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Payout For Christian Adoption Agency That New York Tried To Close

by | Fri, Mar 10 2023

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The state of New York has agreed to pay nearly A$400,000 to a Christian adoption agency which it tried to shut down solely because of its religious beliefs.

The settlement ensures that privately operated New Hope Family Services can no longer be targeted for its faith-based policies by the New York Office of Children and Family Services (OCFS).

OCFS officials attempted to close the Syracuse-based facility for its policy of placing children solely with married, heterosexual couples, claiming it was discriminating against LGBT couples.

Both the US Court of Appeals and a federal district court have permanently prohibited the State of New York from enforcing state law “insofar as it would compel New Hope to process applications from, or place children for adoption with, same-sex couples or unmarried cohabitating couples, and insofar as it would prevent New Hope from referring such couples to other agencies.”

The courts ruled that New Hope had a First Amendment right to deny adoptions to same-sex or unmarried couples and that its religious practices were a form of free speech.

In addition, they noted that the state hadn’t found any couples who were harmed by New Hope’s policy or any evidence of complaints from referred couples or referred couples suffering increased wait times or costs.

The judges ruled that no potential adoptive parents had been denied the chance to adopt a child due to New Hope’s policy and any adults wishing to adopt whose relationships ran counter to New Hope’s beliefs were referred to other adoption agencies.

The payment will cover attorneys’ fees and court costs after four years of legal battles over the threatened closure by OCFS.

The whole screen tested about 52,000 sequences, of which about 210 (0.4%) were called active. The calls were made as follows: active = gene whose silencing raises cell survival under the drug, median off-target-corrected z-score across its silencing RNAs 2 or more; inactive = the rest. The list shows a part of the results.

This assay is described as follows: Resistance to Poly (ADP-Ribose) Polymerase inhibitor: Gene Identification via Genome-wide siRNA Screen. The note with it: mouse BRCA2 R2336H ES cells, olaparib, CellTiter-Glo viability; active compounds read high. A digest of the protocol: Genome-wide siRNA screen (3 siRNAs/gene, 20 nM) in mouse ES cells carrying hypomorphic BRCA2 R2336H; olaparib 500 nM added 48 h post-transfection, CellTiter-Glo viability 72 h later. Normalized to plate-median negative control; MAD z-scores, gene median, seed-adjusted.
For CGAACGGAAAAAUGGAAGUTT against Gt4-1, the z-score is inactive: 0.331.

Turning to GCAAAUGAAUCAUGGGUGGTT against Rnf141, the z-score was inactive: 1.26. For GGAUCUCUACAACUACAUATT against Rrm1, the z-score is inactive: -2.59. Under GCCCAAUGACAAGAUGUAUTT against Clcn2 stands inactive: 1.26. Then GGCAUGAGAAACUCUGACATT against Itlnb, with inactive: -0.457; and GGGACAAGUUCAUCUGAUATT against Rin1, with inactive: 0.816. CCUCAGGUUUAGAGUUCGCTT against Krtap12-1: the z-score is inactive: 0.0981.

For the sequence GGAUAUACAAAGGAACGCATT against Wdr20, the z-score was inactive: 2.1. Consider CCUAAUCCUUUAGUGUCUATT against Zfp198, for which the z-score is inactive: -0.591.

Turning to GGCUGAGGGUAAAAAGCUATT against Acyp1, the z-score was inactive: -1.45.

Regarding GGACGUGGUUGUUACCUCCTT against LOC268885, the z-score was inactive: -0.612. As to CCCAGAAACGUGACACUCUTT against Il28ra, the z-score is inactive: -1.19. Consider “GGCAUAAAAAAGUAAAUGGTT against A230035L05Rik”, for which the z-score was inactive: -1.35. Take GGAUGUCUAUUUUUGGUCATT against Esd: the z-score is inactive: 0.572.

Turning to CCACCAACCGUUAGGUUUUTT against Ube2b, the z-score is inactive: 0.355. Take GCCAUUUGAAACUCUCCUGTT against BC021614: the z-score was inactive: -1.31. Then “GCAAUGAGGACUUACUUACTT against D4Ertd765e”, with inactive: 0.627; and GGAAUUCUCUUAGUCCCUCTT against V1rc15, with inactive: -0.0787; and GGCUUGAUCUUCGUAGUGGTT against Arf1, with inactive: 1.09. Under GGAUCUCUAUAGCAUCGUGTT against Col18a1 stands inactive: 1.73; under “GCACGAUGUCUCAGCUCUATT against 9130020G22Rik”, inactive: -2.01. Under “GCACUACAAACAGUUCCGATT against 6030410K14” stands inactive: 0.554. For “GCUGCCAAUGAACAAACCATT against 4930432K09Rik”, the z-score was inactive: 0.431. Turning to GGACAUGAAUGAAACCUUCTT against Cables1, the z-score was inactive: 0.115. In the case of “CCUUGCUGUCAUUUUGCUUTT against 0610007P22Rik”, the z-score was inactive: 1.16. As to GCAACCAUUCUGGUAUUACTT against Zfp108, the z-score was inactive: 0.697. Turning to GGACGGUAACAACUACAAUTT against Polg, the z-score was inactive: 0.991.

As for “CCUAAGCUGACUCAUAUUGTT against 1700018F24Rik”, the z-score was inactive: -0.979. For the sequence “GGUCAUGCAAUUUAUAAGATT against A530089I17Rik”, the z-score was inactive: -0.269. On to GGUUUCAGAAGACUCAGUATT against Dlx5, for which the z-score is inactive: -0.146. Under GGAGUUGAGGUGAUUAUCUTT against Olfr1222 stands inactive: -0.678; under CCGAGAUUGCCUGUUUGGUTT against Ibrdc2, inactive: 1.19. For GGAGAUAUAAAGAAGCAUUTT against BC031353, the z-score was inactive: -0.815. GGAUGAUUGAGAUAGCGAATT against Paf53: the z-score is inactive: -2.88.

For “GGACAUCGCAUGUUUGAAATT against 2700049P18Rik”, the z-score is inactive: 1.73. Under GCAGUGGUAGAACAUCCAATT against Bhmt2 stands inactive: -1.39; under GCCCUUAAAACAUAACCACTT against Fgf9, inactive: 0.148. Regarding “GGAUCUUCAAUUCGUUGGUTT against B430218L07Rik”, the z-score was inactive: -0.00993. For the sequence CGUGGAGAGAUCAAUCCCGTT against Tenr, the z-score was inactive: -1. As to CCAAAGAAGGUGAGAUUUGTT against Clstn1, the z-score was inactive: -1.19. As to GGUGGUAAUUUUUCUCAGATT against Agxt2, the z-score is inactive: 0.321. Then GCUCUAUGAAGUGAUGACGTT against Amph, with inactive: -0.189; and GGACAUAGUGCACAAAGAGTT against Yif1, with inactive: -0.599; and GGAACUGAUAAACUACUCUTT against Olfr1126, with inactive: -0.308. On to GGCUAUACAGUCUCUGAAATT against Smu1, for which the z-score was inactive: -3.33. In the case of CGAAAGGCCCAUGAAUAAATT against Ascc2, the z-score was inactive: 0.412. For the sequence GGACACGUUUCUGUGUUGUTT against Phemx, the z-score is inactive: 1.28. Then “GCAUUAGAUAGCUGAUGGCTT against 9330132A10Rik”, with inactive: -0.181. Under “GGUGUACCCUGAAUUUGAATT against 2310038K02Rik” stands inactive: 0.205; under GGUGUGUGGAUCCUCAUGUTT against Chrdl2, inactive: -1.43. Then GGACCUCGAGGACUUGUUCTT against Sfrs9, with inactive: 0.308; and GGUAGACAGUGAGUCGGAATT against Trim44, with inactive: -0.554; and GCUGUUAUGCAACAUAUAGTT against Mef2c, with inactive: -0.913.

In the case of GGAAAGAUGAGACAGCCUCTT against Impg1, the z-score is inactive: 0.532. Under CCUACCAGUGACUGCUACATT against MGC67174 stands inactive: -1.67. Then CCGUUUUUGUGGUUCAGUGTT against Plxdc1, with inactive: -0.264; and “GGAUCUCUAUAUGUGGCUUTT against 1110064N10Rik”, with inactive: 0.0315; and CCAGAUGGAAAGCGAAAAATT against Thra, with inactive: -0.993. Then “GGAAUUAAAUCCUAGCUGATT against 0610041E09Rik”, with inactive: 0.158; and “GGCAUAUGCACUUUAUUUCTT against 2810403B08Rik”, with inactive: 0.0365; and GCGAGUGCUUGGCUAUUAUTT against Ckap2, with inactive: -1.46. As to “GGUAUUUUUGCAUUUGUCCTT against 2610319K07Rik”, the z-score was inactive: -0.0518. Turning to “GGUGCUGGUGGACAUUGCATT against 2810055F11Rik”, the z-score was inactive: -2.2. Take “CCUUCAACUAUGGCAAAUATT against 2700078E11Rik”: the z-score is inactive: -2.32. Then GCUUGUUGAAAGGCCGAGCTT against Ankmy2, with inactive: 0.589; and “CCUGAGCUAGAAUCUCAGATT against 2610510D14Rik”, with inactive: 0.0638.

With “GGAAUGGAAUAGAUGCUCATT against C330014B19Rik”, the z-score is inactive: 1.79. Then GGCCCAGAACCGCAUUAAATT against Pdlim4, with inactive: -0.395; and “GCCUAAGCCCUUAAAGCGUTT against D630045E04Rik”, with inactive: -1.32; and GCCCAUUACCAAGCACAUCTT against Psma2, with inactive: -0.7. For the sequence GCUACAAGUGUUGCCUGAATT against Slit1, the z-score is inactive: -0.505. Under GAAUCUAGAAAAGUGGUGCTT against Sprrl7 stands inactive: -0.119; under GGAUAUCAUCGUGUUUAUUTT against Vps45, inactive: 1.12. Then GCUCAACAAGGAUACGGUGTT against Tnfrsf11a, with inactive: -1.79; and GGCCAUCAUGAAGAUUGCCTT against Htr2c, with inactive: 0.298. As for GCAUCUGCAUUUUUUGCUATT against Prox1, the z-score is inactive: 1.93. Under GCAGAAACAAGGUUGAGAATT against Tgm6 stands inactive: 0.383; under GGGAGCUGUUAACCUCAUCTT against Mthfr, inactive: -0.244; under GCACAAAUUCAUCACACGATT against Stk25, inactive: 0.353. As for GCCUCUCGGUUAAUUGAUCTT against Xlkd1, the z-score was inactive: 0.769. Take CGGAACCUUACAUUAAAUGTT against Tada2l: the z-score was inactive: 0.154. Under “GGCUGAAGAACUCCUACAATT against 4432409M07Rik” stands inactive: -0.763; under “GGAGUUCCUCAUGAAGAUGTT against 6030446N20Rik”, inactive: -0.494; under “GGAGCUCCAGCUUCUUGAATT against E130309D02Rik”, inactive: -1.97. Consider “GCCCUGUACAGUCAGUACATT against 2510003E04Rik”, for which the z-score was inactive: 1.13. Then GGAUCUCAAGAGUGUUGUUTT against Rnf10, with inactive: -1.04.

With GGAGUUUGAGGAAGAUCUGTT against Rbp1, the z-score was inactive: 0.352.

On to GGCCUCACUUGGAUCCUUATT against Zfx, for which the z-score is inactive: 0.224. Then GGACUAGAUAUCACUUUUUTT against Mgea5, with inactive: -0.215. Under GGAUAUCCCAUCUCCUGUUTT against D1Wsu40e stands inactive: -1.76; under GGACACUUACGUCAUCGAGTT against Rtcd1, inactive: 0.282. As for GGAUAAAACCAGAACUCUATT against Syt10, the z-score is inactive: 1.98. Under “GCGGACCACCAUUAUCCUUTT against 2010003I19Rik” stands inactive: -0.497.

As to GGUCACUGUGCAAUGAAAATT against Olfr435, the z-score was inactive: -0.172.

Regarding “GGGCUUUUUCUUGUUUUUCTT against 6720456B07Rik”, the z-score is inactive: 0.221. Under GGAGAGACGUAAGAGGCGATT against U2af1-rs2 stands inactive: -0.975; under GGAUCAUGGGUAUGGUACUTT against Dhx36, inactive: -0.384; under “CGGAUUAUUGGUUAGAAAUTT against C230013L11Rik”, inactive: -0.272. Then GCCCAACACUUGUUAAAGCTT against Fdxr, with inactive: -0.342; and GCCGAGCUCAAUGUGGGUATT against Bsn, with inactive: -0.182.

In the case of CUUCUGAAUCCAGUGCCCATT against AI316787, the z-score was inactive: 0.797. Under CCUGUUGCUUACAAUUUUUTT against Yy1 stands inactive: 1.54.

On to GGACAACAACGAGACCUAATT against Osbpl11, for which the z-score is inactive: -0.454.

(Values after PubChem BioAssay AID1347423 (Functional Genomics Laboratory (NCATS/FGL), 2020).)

Christian legal advocacy group ADF International which represented the adoption agency in its case said the state’s attempt to close New Hope “violates its core rights protected by the First Amendment” and “needlessly reduced the number of agencies willing to help vulnerable children.”

Senior Counsel Roger Brooks said New Hope is a private religious ministry that doesn’t take a dime from the government. Further, New Hope’s faith-guided services don’t coerce anyone and do nothing to interfere with other adoption providers who have different beliefs about family and the best interests of children.”

New Hope Family Services Executive Director Kathy Jerman proclaimed that “every child deserves a home with a loving mother and father who are committed to each other.”

“It’s regrettable that New York ever threatened to shut down our adoption services, through which we have placed more than 1,000 children with adoptive families since we began in 1965.”

“We live in a diverse state, and we need more adoption providers, not fewer. We’re grateful this case has reached a favourable end that allows us to keep serving children and families.”

In 1986, the agency also became a pregnancy centre offering counseling and resources for women and men facing pregnancy decisions. It accepts no government funding and is financially supported  by churches, individual donors, and private grants.

Last year a Christian adoption in Michigan won a similar legal battle while in 2021 the US Supreme Court upheld religious protections in adoption for Catholic Social Services of Philadelphia.